RGS-IBG Annual International Conference 2019

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402 Troubling Rustbelt Revolts: Regional Geographies of Discontent and Political Grievance (2): Demystifying Narratives of Political Economic Grievance and Right-Wing Populism
Convenor(s) Sarah Knuth (Durham University, UK)
Gordon MacLeod (Durham University, UK)
Chair(s) Gordon MacLeod (Durham University, UK)
Timetable Friday 30 August 2019, Session 4 (16:50 - 18:30)
Room Sherfield/SALC Building, Room 5
Session abstract A visceral geography of discontent has been troubling the political landscapes of several hitherto bastions of liberal democracy. If perhaps most strikingly articulated in the UK Brexit referendum and the election of Donald Trump as US President, it also surfaced in significant support for the far-right parties avowedly hostile to the European Union which competed in the national elections of France, Austria, and Germany (Dijkstra et al, 2018; Hendrickson et al, 2018). Even allowing for how such populist and anti-establishment electoral campaigns have garnered substantial votes among the wealthy and middle-classes, support for Brexit and anti-EU parties appears to be most conspicuous in regions enduring protracted industrial decline and in distressed rural and coastal localities. Similarly the 2016 US Presidential election saw many desolate farm towns and former industrial heartlands of the Midwest disregard a traditional allegiance to the Democratic Party in favour of a brazenly impulsive billionaire. In what is being variously labelled as a ‘revolt of the rustbelt’ (Hazeldine, 2017; McQuarrie, 2017) or the ‘revenge of places that don’t matter’ (Rodríguez-Pose, 2018), many communities appear to have been registering grievances about how the process of globalization – much-fêted by business leaders and political elites alike for its tendency to agglomerate wealth in major metropolitan centres (PwC, 2016; Florida, 2017) – has left their own localities haemorrhaging jobs, talented people, and public services, and in some cases to precipitate the erasure of a whole way of life.

If the earlier shockwaves of deindustrialization generated a rich seam of geographical research (Bluestone and Harrison, 1982; Martin and Rowthorn, 1986), it would seem that the later waves alongside its associated ‘half life’ have remained relatively under the radar (cf. Longworth, 2009; Goldstein, 2017; Linkon, 2016; Trubek, 2018). One notable characteristic of this ‘half life’ sees a ‘representation gap’ between communities in distressed regions and their continued support for leftist and social democratic political parties (McQuarrie, 2017): hardly surprising given how such parties – in modernizing towards a Third Way partisan-free democracy (Mouffe, 2005) and incorporating liberal cosmopolitans and suburban conservatives alike into their social base – “have organized their contest for voters along lines that ensure that regional decline will not be an issue for national politics” (McQuarrie, 2017: 140). More than this, though, and while such communities have witnessed metropolitan financial elites being grossly over-compensated just as they have been left to nurse renewed scars of deindustrialization and deepening austerity, so they began to feel displaced in socio-cultural terms, even provincialized, whether by the ‘meritocratic snobbery’ of a coastal elite and its derisory approach to ‘flyover country’ or the condescending metropolitan bias exhibited by many New Labour politicians and indeed much of the London-based commentariat (Galston, 2017; Elliott, 2017; Hazeldine, 2017). Acknowledgement of this ‘representation gap’ and of the regionally articulated erosion of consent for the hegemony of globalizing neoliberal capitalism could help reveal how and why communities located in places experiencing prolonged socio-economic disinvestment have been so persuaded by populist pledges to ‘restore manufacturing in America’ or ‘make Britain great again’, alongside anti-globalist promises to ‘take back control’ over industry, borders, immigration, or sovereignty (Longworth, 2016; Pacewick, 2016; Clarke and Newman, 2017; Rodrik, 2017; McClelland, 2018; MacLeod and Jones, 2018). While the iconoclastic left critic Slavoj Žižek has interpreted the election of Donald Trump to signal a ‘crack in the liberal centrist hegemony’ (Eaton, 2019), given the present political climate and with twenty-first century capitalism seemingly so weighted in favour of metropolitan hotspots of finance, creativity and tech (Florida, 2017), this geography of discontent surely poses challenges for harnessing a progressive politics and strategies for a more just and sustainable spatial economy (Martin et al, 2016).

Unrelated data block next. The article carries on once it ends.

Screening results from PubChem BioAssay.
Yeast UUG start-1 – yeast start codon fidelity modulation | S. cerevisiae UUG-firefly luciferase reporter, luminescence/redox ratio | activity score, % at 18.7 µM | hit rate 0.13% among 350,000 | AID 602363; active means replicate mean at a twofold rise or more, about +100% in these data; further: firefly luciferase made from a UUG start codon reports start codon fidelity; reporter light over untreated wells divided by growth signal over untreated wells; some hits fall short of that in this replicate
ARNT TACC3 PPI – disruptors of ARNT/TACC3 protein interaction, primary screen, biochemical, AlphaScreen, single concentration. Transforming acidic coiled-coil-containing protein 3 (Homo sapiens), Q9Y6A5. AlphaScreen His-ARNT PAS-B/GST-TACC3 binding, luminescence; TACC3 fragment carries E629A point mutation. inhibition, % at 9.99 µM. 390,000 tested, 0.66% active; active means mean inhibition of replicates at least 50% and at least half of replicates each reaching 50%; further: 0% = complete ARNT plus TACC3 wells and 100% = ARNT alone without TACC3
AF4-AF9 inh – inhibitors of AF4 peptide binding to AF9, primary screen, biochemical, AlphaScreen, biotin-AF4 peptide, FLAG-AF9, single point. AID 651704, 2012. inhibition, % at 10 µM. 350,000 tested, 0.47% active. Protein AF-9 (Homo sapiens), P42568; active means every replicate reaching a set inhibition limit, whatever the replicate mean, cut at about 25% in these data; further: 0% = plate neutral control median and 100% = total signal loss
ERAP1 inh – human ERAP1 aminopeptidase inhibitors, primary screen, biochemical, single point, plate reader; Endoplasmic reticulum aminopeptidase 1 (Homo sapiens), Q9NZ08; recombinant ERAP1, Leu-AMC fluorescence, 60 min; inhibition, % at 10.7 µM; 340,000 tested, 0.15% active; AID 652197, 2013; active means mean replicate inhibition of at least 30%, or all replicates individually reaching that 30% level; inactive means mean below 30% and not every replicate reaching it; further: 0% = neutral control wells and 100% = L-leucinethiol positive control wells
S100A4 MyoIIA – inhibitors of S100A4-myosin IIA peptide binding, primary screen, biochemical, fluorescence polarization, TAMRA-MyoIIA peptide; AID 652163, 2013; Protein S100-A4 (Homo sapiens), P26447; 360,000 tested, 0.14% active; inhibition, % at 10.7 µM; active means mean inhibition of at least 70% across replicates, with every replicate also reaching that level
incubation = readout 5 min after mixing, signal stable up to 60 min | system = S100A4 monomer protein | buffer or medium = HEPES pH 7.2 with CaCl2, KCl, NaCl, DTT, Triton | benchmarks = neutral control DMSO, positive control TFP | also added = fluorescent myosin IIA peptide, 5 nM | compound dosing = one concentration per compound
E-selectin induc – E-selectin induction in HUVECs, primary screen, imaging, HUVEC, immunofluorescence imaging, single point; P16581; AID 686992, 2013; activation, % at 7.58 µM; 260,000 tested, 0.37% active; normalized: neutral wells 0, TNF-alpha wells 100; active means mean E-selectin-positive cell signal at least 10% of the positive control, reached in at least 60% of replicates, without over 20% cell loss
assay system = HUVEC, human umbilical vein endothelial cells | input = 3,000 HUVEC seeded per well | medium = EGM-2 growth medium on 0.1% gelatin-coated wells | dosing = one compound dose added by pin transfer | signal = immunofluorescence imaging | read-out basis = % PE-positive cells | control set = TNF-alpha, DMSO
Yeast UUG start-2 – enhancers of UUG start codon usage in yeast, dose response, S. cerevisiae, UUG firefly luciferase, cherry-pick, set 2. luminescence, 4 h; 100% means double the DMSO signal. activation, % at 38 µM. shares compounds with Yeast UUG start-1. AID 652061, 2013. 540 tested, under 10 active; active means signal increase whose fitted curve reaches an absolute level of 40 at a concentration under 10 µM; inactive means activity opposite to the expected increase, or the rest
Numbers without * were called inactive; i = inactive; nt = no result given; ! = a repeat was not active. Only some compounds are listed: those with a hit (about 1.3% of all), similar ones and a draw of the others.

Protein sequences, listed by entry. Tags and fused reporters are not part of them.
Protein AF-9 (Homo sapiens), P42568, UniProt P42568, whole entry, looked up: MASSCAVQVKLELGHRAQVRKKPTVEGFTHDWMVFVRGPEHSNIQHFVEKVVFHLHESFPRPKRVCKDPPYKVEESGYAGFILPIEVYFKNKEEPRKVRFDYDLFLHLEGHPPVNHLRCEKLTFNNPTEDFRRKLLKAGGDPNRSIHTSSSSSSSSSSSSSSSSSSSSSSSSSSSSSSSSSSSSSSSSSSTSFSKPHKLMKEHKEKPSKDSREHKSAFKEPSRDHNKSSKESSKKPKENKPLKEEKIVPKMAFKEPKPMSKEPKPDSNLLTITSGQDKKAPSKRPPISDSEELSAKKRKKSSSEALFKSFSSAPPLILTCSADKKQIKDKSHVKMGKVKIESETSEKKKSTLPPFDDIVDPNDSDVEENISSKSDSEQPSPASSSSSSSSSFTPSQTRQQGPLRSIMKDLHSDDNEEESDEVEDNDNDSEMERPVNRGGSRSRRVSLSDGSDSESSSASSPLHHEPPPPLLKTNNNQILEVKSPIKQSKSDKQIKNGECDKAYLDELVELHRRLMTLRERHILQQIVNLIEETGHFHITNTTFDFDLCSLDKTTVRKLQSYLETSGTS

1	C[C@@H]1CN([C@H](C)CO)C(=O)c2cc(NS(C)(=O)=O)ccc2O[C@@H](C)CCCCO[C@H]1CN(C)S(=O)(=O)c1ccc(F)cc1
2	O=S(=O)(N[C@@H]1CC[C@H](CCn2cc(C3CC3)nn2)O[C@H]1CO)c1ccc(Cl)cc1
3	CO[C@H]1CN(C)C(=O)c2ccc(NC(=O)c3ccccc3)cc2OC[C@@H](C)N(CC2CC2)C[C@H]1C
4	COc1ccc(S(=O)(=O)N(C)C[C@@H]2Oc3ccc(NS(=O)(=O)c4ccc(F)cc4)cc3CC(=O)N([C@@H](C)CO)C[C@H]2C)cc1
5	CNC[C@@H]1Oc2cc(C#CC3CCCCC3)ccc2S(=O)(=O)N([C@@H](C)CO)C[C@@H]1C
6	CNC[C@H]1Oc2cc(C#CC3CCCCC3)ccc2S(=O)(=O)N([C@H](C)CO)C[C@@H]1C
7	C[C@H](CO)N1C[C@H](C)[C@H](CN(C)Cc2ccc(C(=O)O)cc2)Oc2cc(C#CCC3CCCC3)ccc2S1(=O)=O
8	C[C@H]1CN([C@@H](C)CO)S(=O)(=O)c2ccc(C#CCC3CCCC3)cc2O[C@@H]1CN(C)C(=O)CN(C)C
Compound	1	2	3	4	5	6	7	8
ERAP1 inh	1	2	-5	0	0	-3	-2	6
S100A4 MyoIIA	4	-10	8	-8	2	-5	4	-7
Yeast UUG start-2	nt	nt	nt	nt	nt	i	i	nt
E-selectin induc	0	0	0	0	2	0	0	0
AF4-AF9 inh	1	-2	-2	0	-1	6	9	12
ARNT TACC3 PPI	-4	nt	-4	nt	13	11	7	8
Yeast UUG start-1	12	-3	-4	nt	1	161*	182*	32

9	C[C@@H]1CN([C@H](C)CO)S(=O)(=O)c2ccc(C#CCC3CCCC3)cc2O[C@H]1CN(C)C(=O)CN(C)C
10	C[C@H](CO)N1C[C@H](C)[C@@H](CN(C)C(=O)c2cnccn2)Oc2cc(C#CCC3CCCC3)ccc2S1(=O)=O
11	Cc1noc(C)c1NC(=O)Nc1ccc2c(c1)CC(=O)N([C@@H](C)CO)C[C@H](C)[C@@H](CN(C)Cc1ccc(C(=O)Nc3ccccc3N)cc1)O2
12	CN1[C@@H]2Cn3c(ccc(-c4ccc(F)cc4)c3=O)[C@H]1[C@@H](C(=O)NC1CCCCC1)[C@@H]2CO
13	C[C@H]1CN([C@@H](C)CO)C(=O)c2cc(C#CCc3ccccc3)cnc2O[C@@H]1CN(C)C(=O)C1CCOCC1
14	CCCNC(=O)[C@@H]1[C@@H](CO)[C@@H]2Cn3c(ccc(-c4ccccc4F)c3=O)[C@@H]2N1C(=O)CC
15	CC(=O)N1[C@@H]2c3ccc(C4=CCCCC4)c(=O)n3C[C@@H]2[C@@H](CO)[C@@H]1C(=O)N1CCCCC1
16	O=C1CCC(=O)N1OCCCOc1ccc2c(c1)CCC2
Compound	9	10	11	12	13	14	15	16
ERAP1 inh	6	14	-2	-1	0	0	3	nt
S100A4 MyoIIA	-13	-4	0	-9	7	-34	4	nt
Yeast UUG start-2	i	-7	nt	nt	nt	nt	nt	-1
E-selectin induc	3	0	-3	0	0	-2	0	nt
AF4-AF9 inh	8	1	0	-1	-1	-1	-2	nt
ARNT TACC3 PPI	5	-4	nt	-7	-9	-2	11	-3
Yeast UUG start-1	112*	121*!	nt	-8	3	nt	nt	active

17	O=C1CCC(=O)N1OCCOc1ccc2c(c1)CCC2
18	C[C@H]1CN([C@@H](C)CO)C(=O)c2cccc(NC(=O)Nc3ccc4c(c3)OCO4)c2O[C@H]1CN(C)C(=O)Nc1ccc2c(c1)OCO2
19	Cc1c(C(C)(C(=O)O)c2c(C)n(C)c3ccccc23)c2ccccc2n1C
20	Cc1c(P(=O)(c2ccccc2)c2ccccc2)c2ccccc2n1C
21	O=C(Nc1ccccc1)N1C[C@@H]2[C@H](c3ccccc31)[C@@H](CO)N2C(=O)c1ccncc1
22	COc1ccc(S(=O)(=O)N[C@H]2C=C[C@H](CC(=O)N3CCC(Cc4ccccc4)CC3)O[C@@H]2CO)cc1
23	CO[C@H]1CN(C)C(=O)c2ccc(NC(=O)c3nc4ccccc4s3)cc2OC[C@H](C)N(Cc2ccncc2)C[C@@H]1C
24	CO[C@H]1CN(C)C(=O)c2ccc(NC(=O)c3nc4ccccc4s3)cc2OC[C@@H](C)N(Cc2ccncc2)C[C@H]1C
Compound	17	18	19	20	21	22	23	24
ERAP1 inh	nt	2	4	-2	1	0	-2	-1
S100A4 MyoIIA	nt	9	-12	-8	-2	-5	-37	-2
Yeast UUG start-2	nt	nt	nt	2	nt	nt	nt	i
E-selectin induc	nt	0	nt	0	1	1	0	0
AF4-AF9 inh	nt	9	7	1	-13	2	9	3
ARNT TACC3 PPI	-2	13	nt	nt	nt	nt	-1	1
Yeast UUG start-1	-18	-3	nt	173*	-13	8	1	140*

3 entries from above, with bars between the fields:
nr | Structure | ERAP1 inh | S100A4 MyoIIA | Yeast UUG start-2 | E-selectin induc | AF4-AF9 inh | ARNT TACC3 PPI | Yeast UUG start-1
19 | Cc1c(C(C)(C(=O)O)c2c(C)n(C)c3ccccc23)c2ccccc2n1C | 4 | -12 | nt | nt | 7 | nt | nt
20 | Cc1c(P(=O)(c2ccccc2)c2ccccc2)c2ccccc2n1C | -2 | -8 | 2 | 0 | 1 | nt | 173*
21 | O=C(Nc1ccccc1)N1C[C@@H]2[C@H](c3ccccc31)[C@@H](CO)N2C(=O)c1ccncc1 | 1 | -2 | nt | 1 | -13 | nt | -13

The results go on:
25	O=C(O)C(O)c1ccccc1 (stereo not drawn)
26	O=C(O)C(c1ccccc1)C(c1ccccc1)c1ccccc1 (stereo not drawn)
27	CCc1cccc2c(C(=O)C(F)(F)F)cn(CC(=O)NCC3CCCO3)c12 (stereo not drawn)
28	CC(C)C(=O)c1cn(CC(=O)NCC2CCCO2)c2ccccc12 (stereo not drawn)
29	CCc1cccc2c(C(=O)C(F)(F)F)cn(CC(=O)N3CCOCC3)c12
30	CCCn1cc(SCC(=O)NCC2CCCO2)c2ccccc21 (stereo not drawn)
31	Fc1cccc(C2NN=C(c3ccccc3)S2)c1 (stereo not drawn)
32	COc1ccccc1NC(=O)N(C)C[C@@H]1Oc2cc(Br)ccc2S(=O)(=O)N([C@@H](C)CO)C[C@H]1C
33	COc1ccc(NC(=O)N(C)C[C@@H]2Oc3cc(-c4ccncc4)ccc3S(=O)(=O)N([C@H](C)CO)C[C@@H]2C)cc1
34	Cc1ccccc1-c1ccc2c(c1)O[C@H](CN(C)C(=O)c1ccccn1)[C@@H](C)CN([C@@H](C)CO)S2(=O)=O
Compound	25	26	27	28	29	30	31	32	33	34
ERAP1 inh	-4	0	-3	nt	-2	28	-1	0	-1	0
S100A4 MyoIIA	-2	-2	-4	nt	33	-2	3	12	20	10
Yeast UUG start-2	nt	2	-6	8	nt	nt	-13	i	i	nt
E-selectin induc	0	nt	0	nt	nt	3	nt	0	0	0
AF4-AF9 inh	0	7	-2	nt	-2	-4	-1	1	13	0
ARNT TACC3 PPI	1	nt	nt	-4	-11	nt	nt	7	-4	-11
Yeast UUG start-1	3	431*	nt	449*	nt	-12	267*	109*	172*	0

This session seeks papers that take up these conceptual and strategic questions. Contributions are particularly encouraged on (but not limited to) the following themes and questions:

• It is important to reveal the evolution of the precise embedded economic harms and the articulated grievances of particular places, as well as how such experiences are interconnected and shared within and across localities and regions. In what has been at times euphorically trumpeted as an emerging urban century (Glaeser, 2011), might there be a need to rebalance this focus so as to investigate metropolitan spaces in relational association to their rural and regional hinterlands (McCann, 2016)?

• There is also an obvious case for work that extends beyond the now de-privileged former industrial heartlands of the USA and Europe to interrogate the geography of deindustrialization in the Global South, not least those – such as Brazil – that are witnessing their own rise of populist discontent (Schindler, 2018). Such studies would also serve to place in context the claims about ‘America First’ and the white revanchism of populist demagogues like Trump.